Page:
Winter is upon us. Many birds fly south to avoid the cold wet darkness, but migration isn’t an option for mammals. They have to make do with thicker coats and extra layers of body fat, writes Richard Collins
An animal failing to pay its heating bills, goes to the wall. Size matters; large objects retain heat better than small ones, so being big and bulky helps.
Wild creatures feed up in autumn when food is plentiful. Hibernation makes body-fats go much further, but storing enough fuel, in advance, for an entire winter isn’t easy.
You would expect bears and badgers to remain active through the winter; their large bodies retain heat well. Bears take to their beds in late autumn, lowering their body temperatures by about 10 degrees centigrade.
This is dormancy rather than true hibernation; females, while remaining torpid, give birth in the dens. Badgers try to have it both ways. Slumbering in their underground setts, they check on the weather occasionally and venture out if it’s mild.
For small creatures, hibernation seems the obvious strategy. Some butterflies bees, and the dormice recently introduced to Ireland, sleep through the winter but, oddly, house mice and field mice don’t. The pygmy shrew, our smallest mammal, might seem an ideal candidate for hibernation.
Its tiny body, the weight of a €1 coin, loses heat so quickly that a shrew must feed every few hours, or die of starvation. Individuals consume between half and twice their body weight each day. Getting that much food is a challenge but shrews, although capable of temporary torpor, don’t hibernate. Nature works in mysterious ways.
Shrews belong to an ancient order of mammals, the insectivores. Were their ancestors too primitive to evolve hibernation? No.The shrew’s failure to do so isn’t down to backwardness; their relatives, the hedgehogs, drop their temperatures by about 90% in winter.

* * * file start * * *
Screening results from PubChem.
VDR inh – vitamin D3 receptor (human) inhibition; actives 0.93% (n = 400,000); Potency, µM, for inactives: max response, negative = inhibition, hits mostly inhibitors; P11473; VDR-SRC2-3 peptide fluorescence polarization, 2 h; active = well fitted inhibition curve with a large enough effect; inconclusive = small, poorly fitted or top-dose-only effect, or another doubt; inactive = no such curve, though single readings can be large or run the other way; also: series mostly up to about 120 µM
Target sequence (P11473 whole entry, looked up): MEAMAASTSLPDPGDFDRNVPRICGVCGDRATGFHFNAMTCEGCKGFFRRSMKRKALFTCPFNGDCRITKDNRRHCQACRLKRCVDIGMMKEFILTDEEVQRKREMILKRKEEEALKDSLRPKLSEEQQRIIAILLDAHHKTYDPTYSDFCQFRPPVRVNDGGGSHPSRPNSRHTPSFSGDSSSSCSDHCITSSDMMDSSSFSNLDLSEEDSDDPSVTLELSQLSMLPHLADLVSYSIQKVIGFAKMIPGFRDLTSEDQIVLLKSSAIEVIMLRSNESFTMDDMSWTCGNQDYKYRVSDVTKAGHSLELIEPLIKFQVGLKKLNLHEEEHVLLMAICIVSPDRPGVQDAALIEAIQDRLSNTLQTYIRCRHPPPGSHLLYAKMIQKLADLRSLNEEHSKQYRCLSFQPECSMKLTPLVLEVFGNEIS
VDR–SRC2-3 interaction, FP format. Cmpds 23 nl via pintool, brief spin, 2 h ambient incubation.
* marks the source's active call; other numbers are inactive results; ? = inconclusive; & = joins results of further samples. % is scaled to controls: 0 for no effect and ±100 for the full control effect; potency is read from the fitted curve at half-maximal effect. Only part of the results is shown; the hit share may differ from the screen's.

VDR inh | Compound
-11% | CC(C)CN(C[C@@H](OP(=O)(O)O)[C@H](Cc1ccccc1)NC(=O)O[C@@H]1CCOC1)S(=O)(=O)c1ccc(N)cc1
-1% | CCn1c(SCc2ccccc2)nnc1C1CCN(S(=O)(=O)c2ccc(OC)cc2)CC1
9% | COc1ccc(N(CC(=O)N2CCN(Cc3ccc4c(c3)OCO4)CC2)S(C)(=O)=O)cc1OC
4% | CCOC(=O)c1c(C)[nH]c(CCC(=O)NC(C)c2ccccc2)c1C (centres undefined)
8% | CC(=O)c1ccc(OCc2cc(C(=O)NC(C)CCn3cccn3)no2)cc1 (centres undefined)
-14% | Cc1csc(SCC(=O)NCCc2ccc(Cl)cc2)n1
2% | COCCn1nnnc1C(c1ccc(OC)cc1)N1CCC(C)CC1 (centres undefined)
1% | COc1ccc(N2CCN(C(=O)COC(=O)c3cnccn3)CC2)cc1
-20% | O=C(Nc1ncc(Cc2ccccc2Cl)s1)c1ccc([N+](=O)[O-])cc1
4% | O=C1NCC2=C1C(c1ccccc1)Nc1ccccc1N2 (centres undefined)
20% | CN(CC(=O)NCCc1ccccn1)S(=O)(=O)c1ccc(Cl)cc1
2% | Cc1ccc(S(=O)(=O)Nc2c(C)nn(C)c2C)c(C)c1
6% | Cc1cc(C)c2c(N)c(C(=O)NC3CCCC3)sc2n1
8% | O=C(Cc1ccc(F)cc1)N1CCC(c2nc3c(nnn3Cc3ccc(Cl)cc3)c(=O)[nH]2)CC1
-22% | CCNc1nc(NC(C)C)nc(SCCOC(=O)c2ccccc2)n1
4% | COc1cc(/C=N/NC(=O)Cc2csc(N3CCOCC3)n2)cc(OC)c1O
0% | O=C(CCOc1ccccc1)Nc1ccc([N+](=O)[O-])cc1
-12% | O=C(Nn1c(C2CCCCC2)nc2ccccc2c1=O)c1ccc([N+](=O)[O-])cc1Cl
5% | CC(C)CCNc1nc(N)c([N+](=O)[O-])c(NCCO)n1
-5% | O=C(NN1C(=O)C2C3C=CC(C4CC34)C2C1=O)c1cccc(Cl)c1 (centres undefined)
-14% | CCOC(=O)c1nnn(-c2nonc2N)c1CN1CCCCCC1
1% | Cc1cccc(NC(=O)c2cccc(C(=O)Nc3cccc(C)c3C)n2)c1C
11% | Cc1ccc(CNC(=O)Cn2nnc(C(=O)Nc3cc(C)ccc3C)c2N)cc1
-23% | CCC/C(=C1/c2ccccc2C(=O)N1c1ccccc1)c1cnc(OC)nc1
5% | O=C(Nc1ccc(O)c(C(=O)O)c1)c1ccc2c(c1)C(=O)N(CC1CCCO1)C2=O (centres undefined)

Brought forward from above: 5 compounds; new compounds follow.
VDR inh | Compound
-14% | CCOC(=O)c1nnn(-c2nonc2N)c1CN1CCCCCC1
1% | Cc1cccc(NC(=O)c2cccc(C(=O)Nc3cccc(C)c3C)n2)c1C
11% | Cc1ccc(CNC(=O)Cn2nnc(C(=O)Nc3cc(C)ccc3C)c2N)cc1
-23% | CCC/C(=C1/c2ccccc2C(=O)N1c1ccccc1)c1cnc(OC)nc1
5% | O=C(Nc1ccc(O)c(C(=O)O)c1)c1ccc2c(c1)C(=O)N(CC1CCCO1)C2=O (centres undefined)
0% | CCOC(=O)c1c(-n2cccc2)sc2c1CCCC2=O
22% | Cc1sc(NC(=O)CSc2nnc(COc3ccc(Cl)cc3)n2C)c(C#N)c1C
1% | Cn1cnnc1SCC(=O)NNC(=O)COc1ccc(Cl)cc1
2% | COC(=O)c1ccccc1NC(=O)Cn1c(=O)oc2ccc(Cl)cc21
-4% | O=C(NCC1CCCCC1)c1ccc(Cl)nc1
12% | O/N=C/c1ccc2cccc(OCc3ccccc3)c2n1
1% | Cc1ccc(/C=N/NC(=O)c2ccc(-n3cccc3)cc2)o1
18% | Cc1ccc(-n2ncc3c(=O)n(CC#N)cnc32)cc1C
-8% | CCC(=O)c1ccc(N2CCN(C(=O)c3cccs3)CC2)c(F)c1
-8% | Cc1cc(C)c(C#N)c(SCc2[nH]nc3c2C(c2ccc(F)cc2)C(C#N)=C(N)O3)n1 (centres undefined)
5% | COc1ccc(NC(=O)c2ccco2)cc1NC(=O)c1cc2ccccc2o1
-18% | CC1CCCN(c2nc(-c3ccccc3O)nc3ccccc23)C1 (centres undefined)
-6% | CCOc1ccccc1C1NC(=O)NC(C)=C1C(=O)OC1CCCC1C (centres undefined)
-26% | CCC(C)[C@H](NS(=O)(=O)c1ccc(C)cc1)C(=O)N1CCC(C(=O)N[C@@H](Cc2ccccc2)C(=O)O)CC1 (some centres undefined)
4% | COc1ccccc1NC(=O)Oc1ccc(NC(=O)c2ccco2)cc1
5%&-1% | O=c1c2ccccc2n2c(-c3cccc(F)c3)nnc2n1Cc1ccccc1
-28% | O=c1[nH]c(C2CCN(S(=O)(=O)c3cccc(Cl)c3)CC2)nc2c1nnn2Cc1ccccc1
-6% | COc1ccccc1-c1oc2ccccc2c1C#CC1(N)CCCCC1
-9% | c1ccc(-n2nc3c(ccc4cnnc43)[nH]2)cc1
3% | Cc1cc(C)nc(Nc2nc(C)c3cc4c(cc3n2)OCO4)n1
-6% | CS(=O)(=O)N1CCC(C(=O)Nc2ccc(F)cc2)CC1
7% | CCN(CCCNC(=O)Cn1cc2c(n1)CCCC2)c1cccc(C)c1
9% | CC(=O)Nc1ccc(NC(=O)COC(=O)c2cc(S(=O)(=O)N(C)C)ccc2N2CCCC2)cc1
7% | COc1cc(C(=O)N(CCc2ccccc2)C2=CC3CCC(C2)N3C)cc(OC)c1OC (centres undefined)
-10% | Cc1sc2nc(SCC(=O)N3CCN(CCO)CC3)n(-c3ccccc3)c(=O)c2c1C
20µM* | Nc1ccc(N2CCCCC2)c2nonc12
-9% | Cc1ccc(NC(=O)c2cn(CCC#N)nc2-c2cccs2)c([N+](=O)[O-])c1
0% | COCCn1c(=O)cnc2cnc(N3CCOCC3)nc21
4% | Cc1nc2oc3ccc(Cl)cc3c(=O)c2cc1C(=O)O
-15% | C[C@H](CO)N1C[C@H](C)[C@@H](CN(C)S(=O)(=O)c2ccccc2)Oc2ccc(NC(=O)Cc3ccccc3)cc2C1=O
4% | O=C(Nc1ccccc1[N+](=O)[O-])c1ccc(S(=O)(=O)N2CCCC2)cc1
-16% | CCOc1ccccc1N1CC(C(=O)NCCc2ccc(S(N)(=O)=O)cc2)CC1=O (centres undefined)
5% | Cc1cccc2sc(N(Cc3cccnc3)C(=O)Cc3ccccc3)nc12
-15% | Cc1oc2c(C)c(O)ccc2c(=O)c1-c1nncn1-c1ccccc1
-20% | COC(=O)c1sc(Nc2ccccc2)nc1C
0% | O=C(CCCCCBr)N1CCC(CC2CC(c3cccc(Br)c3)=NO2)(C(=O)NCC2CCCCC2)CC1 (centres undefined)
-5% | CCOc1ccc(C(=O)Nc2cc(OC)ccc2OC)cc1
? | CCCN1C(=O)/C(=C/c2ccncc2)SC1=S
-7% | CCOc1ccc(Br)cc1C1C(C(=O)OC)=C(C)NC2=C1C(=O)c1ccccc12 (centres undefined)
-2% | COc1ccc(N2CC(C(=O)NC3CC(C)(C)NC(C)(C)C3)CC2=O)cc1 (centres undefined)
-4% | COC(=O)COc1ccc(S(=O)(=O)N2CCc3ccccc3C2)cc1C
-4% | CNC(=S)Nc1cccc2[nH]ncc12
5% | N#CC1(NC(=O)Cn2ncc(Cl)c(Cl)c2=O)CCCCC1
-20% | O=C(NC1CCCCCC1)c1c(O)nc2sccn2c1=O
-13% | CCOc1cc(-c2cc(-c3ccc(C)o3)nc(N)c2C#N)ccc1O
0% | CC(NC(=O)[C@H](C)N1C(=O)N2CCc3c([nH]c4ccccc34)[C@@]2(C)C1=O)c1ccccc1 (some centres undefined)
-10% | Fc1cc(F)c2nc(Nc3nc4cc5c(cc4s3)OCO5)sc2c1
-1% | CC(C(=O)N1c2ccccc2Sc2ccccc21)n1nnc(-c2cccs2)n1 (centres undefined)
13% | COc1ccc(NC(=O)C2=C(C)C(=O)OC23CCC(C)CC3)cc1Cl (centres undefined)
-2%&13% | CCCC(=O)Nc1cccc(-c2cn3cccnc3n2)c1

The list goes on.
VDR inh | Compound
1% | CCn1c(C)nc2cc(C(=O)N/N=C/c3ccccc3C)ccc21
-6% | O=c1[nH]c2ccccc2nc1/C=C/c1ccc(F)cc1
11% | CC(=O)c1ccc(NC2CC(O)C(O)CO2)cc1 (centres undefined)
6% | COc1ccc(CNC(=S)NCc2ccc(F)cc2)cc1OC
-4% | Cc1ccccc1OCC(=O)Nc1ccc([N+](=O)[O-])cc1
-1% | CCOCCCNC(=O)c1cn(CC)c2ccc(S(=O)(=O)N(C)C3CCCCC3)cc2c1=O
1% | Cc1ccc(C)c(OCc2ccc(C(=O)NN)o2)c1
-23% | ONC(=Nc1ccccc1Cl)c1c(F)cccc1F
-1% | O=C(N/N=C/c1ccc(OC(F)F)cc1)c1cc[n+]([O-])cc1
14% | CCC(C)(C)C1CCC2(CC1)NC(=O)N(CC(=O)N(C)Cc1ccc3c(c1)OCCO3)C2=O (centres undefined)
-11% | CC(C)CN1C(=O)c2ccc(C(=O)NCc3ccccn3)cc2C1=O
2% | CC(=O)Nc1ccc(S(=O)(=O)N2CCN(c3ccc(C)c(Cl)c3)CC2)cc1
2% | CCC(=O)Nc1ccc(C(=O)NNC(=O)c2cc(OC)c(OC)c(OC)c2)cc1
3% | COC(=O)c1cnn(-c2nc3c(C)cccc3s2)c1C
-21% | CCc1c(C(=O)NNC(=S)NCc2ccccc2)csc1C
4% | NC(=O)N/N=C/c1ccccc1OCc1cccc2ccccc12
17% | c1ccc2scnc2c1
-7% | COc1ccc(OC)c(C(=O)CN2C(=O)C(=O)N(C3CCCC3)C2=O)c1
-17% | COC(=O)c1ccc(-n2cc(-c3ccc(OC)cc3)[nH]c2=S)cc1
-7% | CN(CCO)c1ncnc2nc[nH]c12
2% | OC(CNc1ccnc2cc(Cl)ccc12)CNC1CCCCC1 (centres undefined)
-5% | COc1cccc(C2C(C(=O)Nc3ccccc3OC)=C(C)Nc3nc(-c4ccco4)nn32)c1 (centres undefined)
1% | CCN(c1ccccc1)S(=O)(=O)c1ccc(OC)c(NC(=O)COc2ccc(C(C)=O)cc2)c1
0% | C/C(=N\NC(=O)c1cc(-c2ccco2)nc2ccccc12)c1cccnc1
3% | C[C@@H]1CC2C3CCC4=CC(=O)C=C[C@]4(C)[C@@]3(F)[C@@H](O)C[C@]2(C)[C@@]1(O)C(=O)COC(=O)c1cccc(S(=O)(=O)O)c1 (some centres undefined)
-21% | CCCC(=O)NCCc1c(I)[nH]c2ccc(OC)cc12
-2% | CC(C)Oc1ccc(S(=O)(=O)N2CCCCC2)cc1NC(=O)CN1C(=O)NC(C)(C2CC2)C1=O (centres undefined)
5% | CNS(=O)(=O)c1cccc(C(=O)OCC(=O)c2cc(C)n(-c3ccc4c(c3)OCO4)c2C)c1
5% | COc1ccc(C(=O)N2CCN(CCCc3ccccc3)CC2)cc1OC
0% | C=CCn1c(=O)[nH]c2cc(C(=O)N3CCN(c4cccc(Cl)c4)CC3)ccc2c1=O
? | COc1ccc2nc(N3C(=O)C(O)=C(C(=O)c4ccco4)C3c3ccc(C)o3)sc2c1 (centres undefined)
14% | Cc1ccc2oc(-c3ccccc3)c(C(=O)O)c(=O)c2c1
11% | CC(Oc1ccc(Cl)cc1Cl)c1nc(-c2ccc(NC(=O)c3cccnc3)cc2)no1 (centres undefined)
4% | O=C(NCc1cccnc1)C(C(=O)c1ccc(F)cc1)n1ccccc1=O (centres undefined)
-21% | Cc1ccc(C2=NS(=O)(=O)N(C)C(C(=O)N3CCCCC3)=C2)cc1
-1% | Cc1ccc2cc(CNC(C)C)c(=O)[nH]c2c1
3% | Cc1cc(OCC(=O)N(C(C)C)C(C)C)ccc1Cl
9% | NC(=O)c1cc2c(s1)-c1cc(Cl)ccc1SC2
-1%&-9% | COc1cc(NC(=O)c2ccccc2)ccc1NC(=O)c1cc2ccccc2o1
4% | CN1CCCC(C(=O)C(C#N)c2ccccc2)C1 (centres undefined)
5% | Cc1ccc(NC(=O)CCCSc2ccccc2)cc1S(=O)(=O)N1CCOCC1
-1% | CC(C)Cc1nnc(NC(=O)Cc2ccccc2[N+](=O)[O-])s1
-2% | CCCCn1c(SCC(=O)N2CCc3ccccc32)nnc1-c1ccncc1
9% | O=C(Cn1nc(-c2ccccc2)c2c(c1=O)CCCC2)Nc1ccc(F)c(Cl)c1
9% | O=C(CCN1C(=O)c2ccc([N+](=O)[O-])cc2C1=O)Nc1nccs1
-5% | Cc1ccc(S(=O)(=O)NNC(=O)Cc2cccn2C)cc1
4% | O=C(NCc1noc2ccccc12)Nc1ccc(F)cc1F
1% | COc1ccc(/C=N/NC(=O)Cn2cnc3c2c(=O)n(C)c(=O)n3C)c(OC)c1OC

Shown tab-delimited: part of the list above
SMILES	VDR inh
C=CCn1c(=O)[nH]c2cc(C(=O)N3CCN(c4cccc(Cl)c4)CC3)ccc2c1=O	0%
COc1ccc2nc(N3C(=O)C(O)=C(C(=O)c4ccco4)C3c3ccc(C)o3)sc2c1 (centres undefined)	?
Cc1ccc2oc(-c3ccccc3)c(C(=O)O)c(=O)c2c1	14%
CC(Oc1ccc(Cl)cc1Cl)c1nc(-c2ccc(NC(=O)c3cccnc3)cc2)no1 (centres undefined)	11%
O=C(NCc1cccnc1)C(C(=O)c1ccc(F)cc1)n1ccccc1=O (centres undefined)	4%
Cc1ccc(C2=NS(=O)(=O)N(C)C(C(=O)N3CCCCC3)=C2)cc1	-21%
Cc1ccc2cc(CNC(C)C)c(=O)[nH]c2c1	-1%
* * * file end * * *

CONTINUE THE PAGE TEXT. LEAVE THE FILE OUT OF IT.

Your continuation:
Research results, just published in the journal Current Biology, reveal the extraordinary lengths shrews go to coping with the trials of winter.
In the 1950s, Polish zoologist August Dehnel discovered that shrews caught in winter are smaller than ones found in summer. Their skulls, he found, were also smaller. Why? To answer that question, Javier Lazaro and colleagues at the Max Planck Institute for Ornithology, trapped shrews. Anaesthetising the animals, they took X-ray images of them and measured each one’s body mass.
The shrews were then tagged and released to the wild.
The team managed to retrap some shrews several times during the subsequent winter. Repeating the measurements, researchers found that skull sizes fluctuated with the seasons, peaking in summer, shrinking in winter and growing again in spring.
“Individuals decreased the size of their braincases in anticipation of winter by an average of 15.3%” and “partially re-grew in spring by 9.3%”, the authors claim. Body mass “decreased by 17.6% and then dramatically increased by 83.4% in spring”. “These are conservative assessments”, they note, “because it is unlikely that any individual was captured at the exact time of size extremes”.
Since it’s an advantage to be large in cold environments, how does being smaller, and shrinking their brains, help shrews to survive? There’s a trade-off. “An average decrease in body-mass of 19% leads to a winter reduction of 18.2% in a shrew’s absolute resting metabolic rate,” the scientists explain.
“This might also reduce the absolute food requirements” and “improve the probability of survival of high-metabolic shrews”. Brains have high running costs. Human ones consume a fifth of the body’s energy. Reducing brain size and the food needed to power it is, it would appear, a more effective strategy for shrews in winter than maintaining their normal size.
Javier Lazaro et al. Profound reversible seasonal changes of individual skull size in a mammal. Current Biology. October 2017.
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